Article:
Russian President Vladimir Putin’s armed takeover of the Crimean Peninsula and Russian military maneuvers on the eastern frontier of Ukraine have reminded many Western observers of the German takeover of Austria in 1936 and of German behavior in 1938 over the Sudeten Germans in what is now the Czech Republic. The Western response has been condemned by some as feeble and tantamount to the “appeasement” that foreshadowed World War II.
Putin has shown himself to be a ruthless autocrat. He wants to reassert Russian power and form a federation similar to the Soviet Union. He is intolerant of opposition and pursues those who criticize him, but he is not a clone of either Adolf Hitler or Josef Stalin, and the situation does not yet amount to a revival of the Cold War. It lacks the ideological element and the communist ethos that ensnared ideological traitors.
There is no justification for complacency. If the West does not respond with determination, Putin may think that he can proceed not only against eastern Ukraine but also against other targets such as Moldova or even the Baltic states where there are significant Russian-speaking populations.
There is a deep reluctance in Western Europe and North America to engage in further military operations outside Western Europe. The wars in Iraq and Afghanistan and the casualties, military and civilian that they caused, have led to widespread popular distrust of the use of force to settle disputes.
The failure to intervene in Syria’s civil war, despite the use of chemical weapons, the horrendous casualties and two million refugees, reflected the changed public mood. The United States and Western Europe are only now emerging from the recession caused by the financial crisis. Governments and public opinion are focusing on the recovery and on improving living standards.
The feeble sanctions so far agreed by Group of Seven countries to deter Putin and his regime from taking further action in Europe have to be seen against this background. But Russian saber-rattling and threats by Putin, especially if followed by acts of provocation, could force a change in the public mood and engender a tougher response from governments. Putin is just as liable to miscalculate as Hitler did in 1939 and Japanese leaders did in December 1941.
We need to be ready to sacrifice some of our national interests for the higher cause of preserving peace and the world order. Russian money has brought many profitable deals to the City of London and City firms have been lobbying hard to protect their interests when sanctions against Russian firms and individuals are discussed internationally, but the City, especially the banks and hedge funds, are unpopular and do not have public opinion on their side.
Military action has so far been ruled out. There is no support for mobilizing NATO forces and sending combat units to assist Ukraine in dealing with possible Russian incursions or infiltration. But if Russia were to threaten a NATO member state such as one or more of the Baltic states, which were incorporated in the Soviet Union by Stalin, NATO would have to respond militarily. If it did not, that would be the end of NATO and of peace and order in Europe.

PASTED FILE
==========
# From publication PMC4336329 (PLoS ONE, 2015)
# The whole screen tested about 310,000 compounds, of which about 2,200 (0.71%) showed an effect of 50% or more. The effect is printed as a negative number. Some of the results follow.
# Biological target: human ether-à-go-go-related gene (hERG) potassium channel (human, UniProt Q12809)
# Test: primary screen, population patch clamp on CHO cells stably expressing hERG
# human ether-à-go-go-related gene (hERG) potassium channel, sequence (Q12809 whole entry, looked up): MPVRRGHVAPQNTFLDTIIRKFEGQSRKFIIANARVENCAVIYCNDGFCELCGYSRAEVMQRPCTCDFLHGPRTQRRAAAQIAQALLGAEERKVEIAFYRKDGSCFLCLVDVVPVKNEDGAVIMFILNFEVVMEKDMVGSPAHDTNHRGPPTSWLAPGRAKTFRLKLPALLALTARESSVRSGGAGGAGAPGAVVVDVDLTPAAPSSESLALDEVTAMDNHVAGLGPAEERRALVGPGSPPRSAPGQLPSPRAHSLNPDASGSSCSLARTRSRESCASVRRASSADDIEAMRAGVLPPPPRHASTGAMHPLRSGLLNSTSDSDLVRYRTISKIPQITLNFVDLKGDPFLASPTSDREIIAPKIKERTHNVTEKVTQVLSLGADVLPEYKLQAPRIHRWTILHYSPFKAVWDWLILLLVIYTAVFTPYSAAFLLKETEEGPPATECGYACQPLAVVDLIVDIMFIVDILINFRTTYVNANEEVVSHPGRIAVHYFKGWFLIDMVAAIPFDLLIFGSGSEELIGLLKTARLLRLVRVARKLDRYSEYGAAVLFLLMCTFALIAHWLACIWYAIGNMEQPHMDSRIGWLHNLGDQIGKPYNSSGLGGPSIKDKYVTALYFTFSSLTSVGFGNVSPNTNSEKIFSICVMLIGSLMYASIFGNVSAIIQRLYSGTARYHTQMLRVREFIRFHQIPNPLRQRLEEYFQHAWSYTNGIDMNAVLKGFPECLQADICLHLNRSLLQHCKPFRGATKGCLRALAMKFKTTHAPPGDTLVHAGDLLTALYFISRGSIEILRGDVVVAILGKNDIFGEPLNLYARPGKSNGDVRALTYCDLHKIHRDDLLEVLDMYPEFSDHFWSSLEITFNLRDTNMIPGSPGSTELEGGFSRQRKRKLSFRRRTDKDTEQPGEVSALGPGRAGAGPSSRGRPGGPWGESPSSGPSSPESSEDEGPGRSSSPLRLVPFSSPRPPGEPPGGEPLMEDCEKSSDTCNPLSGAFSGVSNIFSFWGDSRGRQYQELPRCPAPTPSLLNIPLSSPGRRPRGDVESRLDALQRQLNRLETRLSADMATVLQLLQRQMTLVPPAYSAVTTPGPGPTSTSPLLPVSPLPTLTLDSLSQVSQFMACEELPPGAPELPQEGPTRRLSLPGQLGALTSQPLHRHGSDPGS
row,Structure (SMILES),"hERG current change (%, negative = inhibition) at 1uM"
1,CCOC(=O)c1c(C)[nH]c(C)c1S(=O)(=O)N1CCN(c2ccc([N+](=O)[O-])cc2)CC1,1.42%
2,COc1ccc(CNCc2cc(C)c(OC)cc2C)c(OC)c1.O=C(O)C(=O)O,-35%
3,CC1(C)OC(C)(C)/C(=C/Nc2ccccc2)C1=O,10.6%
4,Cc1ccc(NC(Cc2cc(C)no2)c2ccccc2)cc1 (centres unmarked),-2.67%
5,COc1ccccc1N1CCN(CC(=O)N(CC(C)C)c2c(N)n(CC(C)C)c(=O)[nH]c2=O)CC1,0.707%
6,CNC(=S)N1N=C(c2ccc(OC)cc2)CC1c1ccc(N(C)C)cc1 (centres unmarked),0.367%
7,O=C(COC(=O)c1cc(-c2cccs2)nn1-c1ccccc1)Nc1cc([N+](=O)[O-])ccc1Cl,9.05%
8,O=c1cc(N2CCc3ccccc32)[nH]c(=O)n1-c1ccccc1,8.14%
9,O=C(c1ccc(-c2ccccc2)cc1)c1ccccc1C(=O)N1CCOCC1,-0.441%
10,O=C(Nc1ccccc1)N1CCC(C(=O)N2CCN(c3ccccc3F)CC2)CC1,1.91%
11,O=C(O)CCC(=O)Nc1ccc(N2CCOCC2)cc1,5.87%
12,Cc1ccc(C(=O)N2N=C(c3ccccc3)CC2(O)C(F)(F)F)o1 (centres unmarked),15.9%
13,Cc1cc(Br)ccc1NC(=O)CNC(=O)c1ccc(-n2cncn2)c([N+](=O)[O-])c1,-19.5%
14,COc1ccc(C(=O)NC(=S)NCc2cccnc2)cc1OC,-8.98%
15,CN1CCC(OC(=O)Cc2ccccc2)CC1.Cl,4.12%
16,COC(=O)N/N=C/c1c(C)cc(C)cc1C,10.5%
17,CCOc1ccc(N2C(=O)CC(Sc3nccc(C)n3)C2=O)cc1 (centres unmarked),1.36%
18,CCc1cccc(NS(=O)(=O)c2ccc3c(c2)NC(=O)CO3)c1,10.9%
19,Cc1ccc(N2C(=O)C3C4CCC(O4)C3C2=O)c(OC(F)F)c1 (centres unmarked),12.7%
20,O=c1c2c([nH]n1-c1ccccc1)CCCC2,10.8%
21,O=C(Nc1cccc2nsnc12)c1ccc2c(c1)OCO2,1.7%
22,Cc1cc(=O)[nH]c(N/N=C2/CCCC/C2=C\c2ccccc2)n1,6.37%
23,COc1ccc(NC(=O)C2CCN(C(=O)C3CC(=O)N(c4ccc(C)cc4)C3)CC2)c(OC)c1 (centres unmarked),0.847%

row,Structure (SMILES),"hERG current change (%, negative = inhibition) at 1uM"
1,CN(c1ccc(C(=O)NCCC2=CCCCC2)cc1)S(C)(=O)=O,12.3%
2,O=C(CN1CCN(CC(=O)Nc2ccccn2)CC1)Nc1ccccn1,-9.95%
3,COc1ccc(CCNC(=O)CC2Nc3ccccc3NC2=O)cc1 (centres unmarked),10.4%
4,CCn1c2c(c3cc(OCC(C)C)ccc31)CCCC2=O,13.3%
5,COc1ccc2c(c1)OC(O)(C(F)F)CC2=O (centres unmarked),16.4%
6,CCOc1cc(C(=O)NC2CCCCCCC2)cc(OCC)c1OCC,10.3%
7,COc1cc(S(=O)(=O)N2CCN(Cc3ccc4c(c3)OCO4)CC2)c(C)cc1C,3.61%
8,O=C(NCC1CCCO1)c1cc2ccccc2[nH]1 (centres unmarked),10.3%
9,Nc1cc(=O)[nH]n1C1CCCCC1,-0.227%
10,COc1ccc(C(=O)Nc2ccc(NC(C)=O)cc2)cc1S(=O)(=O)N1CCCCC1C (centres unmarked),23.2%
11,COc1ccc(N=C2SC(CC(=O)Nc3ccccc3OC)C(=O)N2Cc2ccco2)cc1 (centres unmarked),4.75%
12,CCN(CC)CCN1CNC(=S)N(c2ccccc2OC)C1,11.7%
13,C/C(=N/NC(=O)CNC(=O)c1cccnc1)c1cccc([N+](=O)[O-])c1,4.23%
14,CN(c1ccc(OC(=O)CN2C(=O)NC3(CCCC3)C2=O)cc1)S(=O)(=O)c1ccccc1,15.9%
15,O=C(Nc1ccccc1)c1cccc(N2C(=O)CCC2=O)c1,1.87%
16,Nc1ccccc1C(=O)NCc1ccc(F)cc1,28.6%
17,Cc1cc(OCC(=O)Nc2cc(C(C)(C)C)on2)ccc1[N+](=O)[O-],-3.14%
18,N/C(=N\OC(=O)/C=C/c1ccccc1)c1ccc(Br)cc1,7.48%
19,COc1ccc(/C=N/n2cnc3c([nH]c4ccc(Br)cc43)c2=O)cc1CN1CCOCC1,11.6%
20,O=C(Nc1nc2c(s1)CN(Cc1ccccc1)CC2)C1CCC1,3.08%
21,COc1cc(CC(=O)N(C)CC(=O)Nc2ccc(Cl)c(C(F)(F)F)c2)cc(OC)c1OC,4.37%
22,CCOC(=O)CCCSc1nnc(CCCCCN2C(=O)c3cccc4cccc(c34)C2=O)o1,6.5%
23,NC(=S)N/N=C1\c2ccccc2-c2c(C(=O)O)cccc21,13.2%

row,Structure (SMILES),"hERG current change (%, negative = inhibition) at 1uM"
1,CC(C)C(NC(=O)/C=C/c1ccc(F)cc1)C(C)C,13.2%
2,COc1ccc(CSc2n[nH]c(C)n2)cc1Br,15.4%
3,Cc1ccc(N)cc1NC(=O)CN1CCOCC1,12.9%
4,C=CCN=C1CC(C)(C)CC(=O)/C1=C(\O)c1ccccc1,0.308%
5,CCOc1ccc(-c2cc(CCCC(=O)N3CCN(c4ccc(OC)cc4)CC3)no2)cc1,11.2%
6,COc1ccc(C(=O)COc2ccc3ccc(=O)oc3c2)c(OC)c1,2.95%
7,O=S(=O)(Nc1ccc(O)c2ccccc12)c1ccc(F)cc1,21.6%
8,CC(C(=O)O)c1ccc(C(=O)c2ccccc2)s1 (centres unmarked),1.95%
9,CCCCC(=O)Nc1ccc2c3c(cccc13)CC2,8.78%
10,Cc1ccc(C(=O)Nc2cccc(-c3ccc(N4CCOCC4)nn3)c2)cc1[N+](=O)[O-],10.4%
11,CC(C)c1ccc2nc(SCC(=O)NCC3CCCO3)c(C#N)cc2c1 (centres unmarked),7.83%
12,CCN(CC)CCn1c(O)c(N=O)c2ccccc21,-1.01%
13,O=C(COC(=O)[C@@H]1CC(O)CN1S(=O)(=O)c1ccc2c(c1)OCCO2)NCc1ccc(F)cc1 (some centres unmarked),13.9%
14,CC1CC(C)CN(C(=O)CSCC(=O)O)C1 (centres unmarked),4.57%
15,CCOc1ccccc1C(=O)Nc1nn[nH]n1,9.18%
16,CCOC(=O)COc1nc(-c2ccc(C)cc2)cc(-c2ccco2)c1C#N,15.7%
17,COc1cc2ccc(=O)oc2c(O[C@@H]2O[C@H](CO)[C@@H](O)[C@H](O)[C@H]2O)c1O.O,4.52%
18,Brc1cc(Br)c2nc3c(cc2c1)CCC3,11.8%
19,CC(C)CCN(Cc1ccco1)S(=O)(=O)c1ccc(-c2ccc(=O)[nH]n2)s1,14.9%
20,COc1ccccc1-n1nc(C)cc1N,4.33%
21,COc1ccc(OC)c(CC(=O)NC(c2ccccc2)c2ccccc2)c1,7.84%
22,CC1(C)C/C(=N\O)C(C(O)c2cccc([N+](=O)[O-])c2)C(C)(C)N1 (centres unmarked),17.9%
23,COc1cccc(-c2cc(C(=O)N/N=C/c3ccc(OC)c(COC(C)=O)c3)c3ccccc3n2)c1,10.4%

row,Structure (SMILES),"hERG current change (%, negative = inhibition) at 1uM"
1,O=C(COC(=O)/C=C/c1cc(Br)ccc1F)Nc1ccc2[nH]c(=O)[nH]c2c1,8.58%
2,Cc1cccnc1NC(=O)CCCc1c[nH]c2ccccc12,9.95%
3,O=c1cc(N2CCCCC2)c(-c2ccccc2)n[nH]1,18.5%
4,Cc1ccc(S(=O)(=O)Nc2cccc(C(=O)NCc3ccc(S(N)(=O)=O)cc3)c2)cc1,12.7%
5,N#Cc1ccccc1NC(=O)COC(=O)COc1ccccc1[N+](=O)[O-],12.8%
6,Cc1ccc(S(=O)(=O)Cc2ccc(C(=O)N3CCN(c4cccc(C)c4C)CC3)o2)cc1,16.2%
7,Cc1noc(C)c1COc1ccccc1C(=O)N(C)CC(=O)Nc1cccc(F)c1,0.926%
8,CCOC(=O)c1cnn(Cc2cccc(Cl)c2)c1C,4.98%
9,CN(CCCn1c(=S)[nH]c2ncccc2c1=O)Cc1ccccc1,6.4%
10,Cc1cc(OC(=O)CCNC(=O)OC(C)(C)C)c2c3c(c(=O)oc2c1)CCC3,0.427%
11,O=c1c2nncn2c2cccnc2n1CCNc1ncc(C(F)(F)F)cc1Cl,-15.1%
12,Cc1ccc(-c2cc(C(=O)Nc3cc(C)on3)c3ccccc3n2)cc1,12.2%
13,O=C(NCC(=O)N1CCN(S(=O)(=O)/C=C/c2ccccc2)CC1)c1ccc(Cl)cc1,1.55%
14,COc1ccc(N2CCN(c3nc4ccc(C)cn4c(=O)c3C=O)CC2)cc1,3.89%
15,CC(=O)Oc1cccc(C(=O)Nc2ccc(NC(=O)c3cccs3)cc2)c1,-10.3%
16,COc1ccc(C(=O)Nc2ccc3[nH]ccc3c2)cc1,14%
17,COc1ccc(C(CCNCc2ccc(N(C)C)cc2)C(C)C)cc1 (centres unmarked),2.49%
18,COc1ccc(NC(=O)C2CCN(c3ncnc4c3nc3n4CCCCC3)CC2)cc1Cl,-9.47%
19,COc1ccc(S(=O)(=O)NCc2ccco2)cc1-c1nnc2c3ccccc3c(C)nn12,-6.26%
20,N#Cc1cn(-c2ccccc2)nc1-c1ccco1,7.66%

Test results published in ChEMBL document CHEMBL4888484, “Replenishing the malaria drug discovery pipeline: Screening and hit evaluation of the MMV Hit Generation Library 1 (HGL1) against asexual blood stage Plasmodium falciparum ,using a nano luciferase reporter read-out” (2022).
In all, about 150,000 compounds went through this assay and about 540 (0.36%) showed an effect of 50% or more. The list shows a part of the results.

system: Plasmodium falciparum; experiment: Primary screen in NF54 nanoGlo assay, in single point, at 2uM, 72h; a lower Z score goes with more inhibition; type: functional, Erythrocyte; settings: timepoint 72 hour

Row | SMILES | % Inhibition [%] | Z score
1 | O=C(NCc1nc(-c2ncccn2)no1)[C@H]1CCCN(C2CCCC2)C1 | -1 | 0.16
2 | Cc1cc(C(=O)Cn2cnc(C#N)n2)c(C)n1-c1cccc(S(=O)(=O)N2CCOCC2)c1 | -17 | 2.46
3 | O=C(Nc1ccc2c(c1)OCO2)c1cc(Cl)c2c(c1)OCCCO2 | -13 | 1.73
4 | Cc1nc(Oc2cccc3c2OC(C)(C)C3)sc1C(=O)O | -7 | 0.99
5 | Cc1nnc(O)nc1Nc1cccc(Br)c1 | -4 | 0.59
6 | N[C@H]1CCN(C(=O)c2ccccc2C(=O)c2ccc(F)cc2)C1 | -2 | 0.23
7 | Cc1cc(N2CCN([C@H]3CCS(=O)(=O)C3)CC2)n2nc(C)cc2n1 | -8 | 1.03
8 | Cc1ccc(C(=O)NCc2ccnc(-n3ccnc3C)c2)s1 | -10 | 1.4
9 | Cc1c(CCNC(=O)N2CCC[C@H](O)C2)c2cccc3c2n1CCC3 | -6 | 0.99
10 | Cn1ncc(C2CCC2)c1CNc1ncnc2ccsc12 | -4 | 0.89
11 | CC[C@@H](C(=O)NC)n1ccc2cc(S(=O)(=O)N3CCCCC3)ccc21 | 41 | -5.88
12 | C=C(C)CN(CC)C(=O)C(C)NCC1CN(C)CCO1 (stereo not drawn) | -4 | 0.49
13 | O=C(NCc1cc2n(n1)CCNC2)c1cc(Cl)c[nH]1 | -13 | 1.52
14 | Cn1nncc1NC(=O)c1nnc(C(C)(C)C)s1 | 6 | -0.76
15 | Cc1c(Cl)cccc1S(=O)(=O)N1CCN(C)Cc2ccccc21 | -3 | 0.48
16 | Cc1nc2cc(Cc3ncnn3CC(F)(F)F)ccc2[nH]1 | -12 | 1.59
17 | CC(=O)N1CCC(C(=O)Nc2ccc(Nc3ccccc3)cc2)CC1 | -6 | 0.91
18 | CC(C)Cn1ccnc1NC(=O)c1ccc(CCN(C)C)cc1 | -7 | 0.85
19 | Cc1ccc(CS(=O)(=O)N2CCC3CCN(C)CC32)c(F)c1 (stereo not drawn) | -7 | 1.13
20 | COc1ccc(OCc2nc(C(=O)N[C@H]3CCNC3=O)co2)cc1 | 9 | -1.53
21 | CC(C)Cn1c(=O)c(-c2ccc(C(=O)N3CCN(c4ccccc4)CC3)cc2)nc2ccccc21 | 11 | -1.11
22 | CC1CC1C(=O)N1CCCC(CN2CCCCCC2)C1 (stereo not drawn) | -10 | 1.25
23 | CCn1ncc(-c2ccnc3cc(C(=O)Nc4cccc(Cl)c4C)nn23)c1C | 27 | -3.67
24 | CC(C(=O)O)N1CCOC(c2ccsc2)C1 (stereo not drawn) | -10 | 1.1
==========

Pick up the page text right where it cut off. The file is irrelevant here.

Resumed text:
NATO countries have been reducing defense expenditures and taking what has been termed “a peace dividend.” This means that it is increasingly difficult to bring together meaningful and effective military forces to combat possible Russian aggression. But while “boots on the ground” are still going to be needed in future conflicts, NATO countries have a large armory of sophisticated weapons that can be deployed, not least in the air.
As part of NATO’s response to Putin’s threats, aircraft from other NATO countries have been publicly deployed to the Baltic states and air patrols stepped up. The development and use of drones by U.S. forces in places such as Afghanistan and the Yemen is well known. They too could be deployed in Europe if necessary. The U.S. in particular is known to have effective cyber warfare experts.
No doubt the Russians have developed counter measures to deal with drones and cyber attacks, but while it would be unwise to underestimate Russian scientists and technology, the edge remains with the West.
The military has often been criticized for preparing to fight the last war over again and for failing to adapt their strategy and tactics to meet new types of threats. There may now be a danger that politicians, involved in defense planning and the allocation of the limited resources available for defense, focus too much on new technology and neglect the need for adequate ground forces. Some British generals have publicly deplored the government’s plans to reduce the size of the British Army and replace some of the regiments being made redundant by reservists.
Putin’s threatening behavior should lead to a thorough review not only of European reliance on supplies of Russian gas but also of NATO’s readiness to meet Russian threats. NATO countries individually should look again at their defense budgets and the strength and abilities of their forces. Even more effort needs to be put into joint defense exercises and effective joint staff operations.
It isn’t easy to run any kind of joint operations, even when only two nationalities such as the U.S. and the U.K. are involved and have long experience of working together. A NATO joint operation involves many countries, languages, ways of thought and practices. We all want peace and stability, but this will not be achieved by appeasement.
Hugh Cortazzi served as Britain’s ambassador to Japan from 1980-1984.
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